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N6503C accident description

Oregon map... Oregon list
Crash location 44.256667°N, 121.150000°W
Nearest city Redmond, OR
44.272620°N, 121.173921°W
1.6 miles away
Tail number N6503C
Accident date 10 Feb 2004
Aircraft type Lancair LC42-550FG
Additional details: None
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NTSB Factual Report

On February 10, 2004, at 0950 Pacific standard time, a Lancair LC42-550FG, N6503C, registered to Columbia Aero LLC, operated by Lancair as a 14 CFR Part 91 business flight, veered off the runway during the landing roll at Roberts Field, Redmond, Oregon, and collided with a taxi sign. Visual meteorological conditions prevailed at the time and no flight plan was filed. The aircraft was substantially damaged and the commercial pilot, flight instructor and two passengers were not injured. The flight departed from Bend, Oregon, about 10 minutes prior to the accident.

During a telephone interview and subsequent written statement from both the commercial pilot and flight instructor, it was reported that the commercial pilot was in the left seat and at the flight controls for the landing to runway 10. The commercial pilot stated that the approach was normal. When the aircraft was over the runway, about four feet above ground level, the stall warning horn sounded and he "chopped the power," and the aircraft rapidly descended to the runway. The aircraft touched down slightly left of runway centerline and in a nose high attitude. After the aircraft touched down the commercial pilot applied full power. The aircraft veered to the left, and at this time the flight instructor stated that he got on the rudder pedals and flight control in an attempt to regain runway heading. The flight instructor not realizing at first that the commercial pilot had applied full power, called for the commercial pilot to reduce power. Power was reduced, however, the aircraft exited the runway surface traveling over gravel and snow. During the landing roll, the right wing collided with a taxi sign, the outboard section of the right wing flap separated at the two outboard flap hinges, and the right main landing gear tire separated from the gear leg.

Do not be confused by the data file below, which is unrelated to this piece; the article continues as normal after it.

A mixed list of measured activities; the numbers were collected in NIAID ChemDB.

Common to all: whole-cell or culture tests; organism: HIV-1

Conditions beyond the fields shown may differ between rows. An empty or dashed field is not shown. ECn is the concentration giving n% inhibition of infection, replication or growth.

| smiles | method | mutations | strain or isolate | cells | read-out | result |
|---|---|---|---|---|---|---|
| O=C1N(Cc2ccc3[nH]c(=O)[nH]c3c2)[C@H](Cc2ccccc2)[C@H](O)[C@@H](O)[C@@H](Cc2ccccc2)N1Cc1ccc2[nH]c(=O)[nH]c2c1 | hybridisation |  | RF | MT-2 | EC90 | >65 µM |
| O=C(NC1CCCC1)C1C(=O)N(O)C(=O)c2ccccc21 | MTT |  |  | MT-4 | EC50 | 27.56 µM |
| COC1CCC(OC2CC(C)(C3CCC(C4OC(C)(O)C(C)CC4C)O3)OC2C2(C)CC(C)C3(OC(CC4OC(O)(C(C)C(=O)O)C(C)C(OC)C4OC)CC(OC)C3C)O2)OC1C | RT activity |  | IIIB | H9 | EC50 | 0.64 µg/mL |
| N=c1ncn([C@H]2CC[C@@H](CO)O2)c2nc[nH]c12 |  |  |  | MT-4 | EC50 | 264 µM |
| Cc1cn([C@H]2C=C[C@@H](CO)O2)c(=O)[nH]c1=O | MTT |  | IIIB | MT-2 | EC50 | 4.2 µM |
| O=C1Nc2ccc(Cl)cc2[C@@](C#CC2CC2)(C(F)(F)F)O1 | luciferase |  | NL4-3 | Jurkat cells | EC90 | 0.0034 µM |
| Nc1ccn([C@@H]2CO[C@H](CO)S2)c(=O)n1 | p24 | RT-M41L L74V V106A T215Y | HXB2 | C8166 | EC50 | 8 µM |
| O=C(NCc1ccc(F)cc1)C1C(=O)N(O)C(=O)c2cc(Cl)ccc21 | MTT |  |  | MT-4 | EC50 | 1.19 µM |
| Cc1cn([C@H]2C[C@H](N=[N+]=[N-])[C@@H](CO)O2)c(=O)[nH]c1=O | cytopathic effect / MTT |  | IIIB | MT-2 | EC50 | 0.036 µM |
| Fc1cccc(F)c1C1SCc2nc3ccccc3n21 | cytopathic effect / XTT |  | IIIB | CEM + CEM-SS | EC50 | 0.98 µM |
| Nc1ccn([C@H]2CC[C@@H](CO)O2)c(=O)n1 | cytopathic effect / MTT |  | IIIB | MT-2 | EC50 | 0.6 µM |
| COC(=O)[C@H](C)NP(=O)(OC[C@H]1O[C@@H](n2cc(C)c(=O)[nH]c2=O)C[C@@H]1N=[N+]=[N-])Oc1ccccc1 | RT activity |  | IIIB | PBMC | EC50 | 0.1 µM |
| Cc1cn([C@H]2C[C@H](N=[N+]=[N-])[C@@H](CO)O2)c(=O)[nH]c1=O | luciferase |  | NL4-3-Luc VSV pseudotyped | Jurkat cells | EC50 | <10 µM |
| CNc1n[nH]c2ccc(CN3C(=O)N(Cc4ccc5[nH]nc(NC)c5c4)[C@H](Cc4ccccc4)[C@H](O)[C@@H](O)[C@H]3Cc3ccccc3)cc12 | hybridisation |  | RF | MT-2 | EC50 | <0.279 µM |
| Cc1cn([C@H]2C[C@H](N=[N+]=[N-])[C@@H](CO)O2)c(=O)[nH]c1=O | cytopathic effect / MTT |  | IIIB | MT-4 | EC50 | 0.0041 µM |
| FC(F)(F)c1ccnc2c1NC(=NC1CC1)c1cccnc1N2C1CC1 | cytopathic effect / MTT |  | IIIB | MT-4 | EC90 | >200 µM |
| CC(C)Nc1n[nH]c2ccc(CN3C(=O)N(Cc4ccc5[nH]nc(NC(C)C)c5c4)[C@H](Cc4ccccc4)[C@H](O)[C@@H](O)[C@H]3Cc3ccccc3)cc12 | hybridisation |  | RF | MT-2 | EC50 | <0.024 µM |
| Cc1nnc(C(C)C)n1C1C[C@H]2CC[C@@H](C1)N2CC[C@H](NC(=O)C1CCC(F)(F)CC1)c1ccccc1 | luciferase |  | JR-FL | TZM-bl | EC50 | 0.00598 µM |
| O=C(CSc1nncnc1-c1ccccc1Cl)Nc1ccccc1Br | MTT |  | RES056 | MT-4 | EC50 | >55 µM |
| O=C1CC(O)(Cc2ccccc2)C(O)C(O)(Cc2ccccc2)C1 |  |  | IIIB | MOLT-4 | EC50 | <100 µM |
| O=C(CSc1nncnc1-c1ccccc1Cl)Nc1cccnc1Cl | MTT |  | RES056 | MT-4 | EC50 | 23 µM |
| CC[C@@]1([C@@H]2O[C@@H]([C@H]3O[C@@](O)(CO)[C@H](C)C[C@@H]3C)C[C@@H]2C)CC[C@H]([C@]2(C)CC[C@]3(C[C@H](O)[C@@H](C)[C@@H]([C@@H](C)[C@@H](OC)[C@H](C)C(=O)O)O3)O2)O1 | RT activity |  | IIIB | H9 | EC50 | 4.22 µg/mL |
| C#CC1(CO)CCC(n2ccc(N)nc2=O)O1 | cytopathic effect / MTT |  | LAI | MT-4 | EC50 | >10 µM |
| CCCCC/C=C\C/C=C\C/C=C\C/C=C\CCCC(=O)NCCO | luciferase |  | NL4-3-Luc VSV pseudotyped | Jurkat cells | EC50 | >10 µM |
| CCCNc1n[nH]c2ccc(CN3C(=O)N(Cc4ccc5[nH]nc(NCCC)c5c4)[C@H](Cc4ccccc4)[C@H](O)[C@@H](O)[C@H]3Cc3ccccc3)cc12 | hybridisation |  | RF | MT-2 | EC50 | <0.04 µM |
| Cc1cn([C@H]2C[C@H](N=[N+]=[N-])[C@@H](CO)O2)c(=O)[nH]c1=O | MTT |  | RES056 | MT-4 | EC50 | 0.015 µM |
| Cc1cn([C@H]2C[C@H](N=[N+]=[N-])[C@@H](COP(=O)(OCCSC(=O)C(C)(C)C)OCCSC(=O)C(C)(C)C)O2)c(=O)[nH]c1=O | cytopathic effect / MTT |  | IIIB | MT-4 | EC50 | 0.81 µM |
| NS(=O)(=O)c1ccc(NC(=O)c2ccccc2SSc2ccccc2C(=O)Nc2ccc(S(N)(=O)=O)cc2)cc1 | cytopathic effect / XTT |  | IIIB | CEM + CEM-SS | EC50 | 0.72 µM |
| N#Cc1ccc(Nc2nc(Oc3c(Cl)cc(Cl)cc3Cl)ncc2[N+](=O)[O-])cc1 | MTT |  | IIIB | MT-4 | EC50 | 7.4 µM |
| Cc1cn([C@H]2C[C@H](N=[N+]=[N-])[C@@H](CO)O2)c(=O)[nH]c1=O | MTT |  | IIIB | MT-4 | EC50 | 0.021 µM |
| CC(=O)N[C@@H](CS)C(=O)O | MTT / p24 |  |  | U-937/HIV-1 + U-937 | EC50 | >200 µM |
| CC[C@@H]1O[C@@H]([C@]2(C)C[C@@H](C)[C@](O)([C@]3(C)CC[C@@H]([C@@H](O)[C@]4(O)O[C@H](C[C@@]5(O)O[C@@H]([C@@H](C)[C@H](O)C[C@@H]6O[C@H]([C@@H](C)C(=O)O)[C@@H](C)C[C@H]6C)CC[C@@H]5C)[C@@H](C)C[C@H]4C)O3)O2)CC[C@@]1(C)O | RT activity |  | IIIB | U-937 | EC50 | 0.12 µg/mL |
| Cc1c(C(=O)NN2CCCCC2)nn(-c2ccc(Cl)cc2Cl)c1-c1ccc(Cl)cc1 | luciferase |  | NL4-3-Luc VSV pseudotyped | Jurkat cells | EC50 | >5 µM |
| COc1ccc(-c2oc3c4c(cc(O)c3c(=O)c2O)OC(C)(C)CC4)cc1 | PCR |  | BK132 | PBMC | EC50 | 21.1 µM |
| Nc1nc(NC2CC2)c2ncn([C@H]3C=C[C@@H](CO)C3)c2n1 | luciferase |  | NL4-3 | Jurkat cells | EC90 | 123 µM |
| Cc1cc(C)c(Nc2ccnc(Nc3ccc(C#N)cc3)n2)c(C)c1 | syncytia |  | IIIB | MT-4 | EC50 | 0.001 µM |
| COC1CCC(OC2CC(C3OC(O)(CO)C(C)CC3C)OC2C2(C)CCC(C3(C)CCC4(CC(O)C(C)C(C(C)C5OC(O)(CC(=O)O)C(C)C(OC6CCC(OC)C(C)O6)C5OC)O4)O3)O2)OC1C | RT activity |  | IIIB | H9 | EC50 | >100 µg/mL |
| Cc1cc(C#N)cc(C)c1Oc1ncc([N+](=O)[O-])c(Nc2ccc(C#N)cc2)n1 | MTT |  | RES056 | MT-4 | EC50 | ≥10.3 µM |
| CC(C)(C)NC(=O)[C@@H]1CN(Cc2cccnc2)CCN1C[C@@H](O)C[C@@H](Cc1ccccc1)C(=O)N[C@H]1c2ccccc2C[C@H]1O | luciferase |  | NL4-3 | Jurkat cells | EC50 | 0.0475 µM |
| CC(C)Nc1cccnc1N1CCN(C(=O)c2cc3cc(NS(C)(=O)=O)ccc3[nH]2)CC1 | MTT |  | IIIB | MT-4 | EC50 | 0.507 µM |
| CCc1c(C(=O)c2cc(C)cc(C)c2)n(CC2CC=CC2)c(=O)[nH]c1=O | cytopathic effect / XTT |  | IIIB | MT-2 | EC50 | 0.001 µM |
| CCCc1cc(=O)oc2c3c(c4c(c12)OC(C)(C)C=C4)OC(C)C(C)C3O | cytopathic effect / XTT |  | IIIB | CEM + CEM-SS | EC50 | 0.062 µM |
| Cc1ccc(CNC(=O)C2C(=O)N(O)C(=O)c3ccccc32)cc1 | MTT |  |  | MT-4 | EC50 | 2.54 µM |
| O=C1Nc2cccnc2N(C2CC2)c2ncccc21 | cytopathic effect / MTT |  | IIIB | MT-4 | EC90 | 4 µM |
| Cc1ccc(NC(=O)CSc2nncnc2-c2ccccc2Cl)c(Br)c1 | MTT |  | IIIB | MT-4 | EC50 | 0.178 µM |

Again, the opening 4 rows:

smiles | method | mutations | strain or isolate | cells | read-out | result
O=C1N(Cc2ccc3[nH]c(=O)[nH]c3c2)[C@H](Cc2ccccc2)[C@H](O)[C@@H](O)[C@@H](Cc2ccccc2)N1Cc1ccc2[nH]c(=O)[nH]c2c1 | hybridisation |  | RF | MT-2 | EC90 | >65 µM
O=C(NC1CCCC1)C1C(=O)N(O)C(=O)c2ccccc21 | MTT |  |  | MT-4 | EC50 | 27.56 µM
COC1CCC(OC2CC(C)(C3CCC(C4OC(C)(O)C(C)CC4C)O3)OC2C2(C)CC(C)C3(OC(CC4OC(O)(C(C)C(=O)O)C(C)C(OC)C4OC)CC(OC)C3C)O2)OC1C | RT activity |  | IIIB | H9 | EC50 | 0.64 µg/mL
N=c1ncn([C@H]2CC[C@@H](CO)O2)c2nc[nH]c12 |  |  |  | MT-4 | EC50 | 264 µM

Both pilots reported no mechanical failures or malfunctions with the aircraft at the time of the accident.

NTSB Probable Cause

The pilot rated passenger's failure to maintain directional control during the landing roll. Inadequate supervision by the pilot-in-command (CFI) and a taxiway sign were factors.

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